the bead of public instruction in Poland Muchanow tho't
it-his duty to repeat it to the Emperor; but his Majesty
Tebuked him in no genlle terms and told him to hold his
tongue while he himself gave vent to his angry feelings
in a lecture to the students in tone and spirit very similar
- to his celebrated speech bestowed on the municipality of
Warsaw. On this occasion he closed his paternal ad-
monition to the studtnts with the exhortation that they
were henceforward to behave in such a manner at to de-
serve the good opinion of the marshal as otherwise be
would close their school and distribute the students without
distinction among his different regiments where they
would be. obliged to serve as common soldiers and recruits.
It is not difficult to imagine the consternation which this
imperial speech has spread in every Polish family.
.At New London Connecticut the following inscrip-
tion is found on a grave stone. The records of ancient
Rome or Greece do not exhibit a nobler instance of
-On the 30th October 1782 4000 English fell upon
the town with fire and sword. 700 Americans defended
the fort for a whole day; but in the evening aboutfi
o'clock it was taken. The commander of the besieged
delivered up his sword to an Englishman who immediate-
ly slahbed him. All his comrades were put to the sword.
A linecf powder was then laid from the magazine of the
fort to the se-thrft tn bo lightpd ihus.lo hlmvJ.b.eforlress
into the air. William Hotman who lay not far distant
with three strokes of the bayonet in his body beheld it and
vsaid to one of his wounded friends who was still alive :
"We will endeavor lo crawl to this line and will complete-
ly vvet the powder with our blood and thus will we wih
the little life that still remains to us save the. fort and
magazine and perhaps a lew of our comrades who are
only wounded 1" He alone had strength enough to ac-
complish this noble design. In his 30th year he died on
the powder which he overflowed with his blood. His
fqends and seven of his wounded companions by that
means bad their lives preserved."
After this narrative are the following words in large
- "HERE RESTS WILLIAM HOTMAM."
There are some men the belter you treat them the
"-more kind and accommodating you are to them the
iworse they behat'e towards you. Some such characters
-are thus described :
"Tender handed press the nettle
And it stings you for your pains:
Squeeze it like a man of mettle
And it soft as silk remains.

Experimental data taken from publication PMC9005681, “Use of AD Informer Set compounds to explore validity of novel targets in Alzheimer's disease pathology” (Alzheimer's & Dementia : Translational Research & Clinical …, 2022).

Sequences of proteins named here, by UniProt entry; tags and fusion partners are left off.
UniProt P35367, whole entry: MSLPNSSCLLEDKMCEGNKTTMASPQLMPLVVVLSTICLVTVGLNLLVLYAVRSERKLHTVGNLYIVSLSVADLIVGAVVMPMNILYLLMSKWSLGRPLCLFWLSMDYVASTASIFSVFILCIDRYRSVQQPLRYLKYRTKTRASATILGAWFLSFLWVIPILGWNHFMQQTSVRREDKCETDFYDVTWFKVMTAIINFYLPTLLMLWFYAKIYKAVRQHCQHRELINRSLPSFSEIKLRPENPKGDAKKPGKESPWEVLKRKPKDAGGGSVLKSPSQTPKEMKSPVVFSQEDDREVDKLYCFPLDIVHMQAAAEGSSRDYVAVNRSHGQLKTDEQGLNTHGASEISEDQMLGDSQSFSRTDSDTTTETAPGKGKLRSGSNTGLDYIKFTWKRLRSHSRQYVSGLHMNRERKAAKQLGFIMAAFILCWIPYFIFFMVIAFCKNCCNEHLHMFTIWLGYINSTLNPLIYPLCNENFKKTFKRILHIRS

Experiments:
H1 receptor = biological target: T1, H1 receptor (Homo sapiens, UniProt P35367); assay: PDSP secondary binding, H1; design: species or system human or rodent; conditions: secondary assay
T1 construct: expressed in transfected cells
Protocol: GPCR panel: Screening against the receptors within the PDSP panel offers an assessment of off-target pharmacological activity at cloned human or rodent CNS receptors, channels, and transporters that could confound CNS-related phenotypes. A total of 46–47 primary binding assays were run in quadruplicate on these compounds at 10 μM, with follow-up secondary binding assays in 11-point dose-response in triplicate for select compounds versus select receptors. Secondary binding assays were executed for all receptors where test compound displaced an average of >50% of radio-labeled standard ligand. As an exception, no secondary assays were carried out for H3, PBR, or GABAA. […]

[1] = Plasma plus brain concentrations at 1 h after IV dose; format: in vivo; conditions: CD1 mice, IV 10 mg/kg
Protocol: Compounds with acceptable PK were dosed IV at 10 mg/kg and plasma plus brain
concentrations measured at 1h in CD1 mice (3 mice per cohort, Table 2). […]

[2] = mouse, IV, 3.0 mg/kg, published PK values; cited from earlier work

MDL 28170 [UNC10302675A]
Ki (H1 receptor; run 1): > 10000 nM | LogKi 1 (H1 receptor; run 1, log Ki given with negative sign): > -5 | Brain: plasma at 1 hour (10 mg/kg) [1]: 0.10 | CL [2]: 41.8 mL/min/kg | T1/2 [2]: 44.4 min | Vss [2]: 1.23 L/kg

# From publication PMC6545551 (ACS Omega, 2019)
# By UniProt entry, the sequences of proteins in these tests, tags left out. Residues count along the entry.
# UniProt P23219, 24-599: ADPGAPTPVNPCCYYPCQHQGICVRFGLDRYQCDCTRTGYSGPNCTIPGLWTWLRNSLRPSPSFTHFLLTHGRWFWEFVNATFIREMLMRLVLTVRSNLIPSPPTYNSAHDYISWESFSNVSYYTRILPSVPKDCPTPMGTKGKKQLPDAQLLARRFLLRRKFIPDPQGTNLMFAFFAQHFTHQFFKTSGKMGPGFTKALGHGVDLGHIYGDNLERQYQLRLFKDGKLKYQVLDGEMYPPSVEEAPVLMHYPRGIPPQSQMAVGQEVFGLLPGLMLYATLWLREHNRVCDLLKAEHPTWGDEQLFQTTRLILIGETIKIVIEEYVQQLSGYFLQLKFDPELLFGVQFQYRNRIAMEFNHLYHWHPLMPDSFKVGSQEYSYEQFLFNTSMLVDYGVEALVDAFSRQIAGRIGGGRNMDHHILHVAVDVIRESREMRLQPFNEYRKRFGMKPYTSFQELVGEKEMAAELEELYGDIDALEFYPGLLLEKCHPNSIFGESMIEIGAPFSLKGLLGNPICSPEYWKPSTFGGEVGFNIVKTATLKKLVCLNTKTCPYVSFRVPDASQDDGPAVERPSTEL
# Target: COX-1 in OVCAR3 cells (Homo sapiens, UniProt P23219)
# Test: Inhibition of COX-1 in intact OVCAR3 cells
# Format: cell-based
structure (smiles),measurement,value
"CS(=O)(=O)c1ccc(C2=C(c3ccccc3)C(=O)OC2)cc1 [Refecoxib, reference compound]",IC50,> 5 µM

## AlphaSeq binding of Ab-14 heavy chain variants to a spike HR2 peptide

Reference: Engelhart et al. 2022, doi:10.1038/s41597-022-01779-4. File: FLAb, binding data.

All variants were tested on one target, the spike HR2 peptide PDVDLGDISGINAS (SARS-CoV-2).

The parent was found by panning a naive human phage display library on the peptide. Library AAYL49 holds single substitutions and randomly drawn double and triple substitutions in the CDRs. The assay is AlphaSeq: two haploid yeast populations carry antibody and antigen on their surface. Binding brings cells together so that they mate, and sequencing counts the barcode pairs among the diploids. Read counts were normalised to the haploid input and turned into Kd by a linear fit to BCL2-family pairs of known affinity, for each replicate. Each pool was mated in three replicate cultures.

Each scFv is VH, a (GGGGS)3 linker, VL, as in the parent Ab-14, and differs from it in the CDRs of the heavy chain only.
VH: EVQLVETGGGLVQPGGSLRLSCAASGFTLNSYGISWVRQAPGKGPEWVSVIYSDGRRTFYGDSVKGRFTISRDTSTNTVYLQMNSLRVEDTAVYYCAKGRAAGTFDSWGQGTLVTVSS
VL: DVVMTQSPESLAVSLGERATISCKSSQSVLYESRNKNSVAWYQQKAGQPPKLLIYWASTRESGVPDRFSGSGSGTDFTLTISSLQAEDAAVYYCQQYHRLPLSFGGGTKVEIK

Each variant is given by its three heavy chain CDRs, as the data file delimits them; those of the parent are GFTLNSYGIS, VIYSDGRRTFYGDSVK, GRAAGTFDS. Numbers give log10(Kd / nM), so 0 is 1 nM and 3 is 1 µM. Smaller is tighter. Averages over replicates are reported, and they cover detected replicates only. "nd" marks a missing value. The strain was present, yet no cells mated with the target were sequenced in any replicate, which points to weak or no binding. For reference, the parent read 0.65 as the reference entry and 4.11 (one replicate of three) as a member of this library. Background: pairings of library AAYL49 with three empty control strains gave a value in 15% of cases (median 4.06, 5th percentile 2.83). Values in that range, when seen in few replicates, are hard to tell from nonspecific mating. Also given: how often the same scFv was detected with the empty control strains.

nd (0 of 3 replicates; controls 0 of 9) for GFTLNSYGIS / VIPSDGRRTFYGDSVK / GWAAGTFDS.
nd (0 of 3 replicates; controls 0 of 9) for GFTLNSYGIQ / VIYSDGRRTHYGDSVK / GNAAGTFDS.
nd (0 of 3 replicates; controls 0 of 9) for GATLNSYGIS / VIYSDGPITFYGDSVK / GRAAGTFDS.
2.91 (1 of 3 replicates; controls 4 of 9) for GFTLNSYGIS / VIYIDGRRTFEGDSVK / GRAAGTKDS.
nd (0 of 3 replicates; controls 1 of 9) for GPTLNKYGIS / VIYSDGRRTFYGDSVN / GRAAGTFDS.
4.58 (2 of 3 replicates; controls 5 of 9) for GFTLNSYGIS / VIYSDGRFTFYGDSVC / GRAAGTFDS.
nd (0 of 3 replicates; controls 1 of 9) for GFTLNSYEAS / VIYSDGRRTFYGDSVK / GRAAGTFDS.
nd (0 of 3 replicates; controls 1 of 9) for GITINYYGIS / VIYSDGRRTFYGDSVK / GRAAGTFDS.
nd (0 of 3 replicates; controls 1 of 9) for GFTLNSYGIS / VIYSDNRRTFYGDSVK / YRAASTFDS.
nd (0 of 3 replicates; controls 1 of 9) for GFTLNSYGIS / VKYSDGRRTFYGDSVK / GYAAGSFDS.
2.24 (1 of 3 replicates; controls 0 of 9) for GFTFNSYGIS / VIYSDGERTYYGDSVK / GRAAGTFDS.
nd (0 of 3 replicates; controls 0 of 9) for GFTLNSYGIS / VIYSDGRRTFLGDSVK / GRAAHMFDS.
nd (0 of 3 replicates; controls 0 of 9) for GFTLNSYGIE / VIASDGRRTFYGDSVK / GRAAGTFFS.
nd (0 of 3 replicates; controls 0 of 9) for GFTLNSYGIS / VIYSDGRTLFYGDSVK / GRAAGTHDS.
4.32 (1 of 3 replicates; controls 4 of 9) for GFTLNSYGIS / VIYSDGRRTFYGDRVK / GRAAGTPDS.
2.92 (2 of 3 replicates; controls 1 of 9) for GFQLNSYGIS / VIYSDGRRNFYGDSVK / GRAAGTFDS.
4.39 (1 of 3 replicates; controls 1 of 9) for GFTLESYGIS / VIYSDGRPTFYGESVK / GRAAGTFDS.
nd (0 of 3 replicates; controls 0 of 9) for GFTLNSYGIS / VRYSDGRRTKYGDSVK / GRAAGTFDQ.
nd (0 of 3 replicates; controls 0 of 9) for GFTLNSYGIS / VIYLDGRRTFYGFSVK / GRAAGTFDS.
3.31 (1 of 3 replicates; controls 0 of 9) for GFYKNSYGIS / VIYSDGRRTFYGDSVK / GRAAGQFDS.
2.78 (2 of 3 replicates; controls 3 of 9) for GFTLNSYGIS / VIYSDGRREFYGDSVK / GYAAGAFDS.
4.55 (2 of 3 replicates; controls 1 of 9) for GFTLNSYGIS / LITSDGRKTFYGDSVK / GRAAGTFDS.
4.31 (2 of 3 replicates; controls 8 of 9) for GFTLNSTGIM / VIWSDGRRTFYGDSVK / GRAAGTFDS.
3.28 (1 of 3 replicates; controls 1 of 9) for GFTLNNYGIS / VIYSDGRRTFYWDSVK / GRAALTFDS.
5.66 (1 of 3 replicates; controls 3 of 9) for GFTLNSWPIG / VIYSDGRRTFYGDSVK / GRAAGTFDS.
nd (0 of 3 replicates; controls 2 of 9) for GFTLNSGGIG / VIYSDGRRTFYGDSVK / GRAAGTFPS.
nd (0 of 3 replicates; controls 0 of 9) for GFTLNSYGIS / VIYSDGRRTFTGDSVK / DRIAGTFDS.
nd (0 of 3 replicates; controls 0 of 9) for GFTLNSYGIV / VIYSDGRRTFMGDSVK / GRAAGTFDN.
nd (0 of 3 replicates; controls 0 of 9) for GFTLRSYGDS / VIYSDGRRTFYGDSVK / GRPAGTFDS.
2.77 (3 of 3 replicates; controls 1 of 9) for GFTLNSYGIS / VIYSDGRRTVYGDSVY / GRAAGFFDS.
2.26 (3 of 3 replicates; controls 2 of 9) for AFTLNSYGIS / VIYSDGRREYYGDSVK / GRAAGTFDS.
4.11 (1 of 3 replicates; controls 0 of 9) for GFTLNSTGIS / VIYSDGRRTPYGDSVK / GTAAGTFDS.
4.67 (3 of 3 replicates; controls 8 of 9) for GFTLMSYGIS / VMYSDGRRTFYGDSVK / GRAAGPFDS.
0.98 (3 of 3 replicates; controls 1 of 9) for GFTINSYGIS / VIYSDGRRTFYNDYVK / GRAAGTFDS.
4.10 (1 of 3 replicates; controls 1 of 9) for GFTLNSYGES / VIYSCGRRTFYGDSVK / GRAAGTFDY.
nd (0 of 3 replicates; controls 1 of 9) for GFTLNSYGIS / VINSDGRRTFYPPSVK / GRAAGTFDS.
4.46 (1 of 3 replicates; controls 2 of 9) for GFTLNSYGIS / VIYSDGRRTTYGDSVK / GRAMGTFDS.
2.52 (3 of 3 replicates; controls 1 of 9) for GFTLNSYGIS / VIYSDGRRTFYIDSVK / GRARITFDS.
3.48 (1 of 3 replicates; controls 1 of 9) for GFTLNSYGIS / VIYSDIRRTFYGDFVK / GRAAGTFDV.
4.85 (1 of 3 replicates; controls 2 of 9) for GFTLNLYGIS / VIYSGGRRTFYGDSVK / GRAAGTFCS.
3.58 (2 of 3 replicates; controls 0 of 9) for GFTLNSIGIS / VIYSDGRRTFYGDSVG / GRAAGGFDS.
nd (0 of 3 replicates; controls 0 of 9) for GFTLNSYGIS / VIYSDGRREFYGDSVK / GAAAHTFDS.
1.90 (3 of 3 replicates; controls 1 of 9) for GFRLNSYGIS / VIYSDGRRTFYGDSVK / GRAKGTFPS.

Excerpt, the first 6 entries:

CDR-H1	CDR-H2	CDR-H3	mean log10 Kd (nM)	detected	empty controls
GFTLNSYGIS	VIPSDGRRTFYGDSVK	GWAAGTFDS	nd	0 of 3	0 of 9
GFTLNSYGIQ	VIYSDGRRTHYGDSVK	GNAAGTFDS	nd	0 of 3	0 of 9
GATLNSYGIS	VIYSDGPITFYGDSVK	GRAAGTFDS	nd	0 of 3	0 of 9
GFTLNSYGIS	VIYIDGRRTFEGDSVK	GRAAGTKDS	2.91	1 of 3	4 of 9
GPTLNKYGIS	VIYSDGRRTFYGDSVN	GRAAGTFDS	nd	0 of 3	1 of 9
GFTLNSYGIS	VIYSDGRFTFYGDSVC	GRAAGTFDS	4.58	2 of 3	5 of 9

Thus it is with vulgar natures
Use them gently ihey rebel ;
But be rough as nutmeg graters
And the rogues obey you well." ?
' Isabel Second of Spain is described as fat fair
and fifteen. Her arm is immense herJbust redundantly
rrleveloped and her ankles are solid enough to support the
golden lower of Seville. She waddles in her gait from
excessive corpulency and her fat chubby fac. after a
little exercise becomps suuuseu with a dr fical.
e exercise becomps sutiusci with a Q( f'caifVFUr-..
the result .of tha fatigue of carrying -o rrnF oimwina o.oa Santa Dorr.jgo Monle Christie and Port
Her manners are represented as exccediaglycfcildish and Plata.
common place. The young Isabel's appetite it is said
is well calculated to nourish the fatness of her frame as
her corpulent Majesty devours at a meal soup an entire
fowl fish pastry followed by sweat-meats and preserves
of which she is passionately fond. She hits- been badly
brought up one moment having had every whim gratified
and the next being cuffed by her mother her education
too has been neglected. She writts and spells very bad-
ly. This is the prize that Louis Phillippe wishes his son
the Duke d'Aumale. to possess 1 For this "fat fair and
fifteen" lump of flesh the King sent his son to Spain 1
A beautiful superstition prevails among the Irish that
he who happens to find a four-leaved shamrock becomes
possessed ol the magic power to gratify all his wislits in
this life by his mere command. Lover the Poet; in the
benevolence of his heart has said that if he were the lucky
finder he would u&e the power for the good of Mankind
in this wise:
'To worth he would give honor
He'd dry the mournei's tears;
And to the pallid lip recall
The smile ol happier years;
And friends that had been long c ntranged
And hearts that had grown cold
Should meet again like parted streams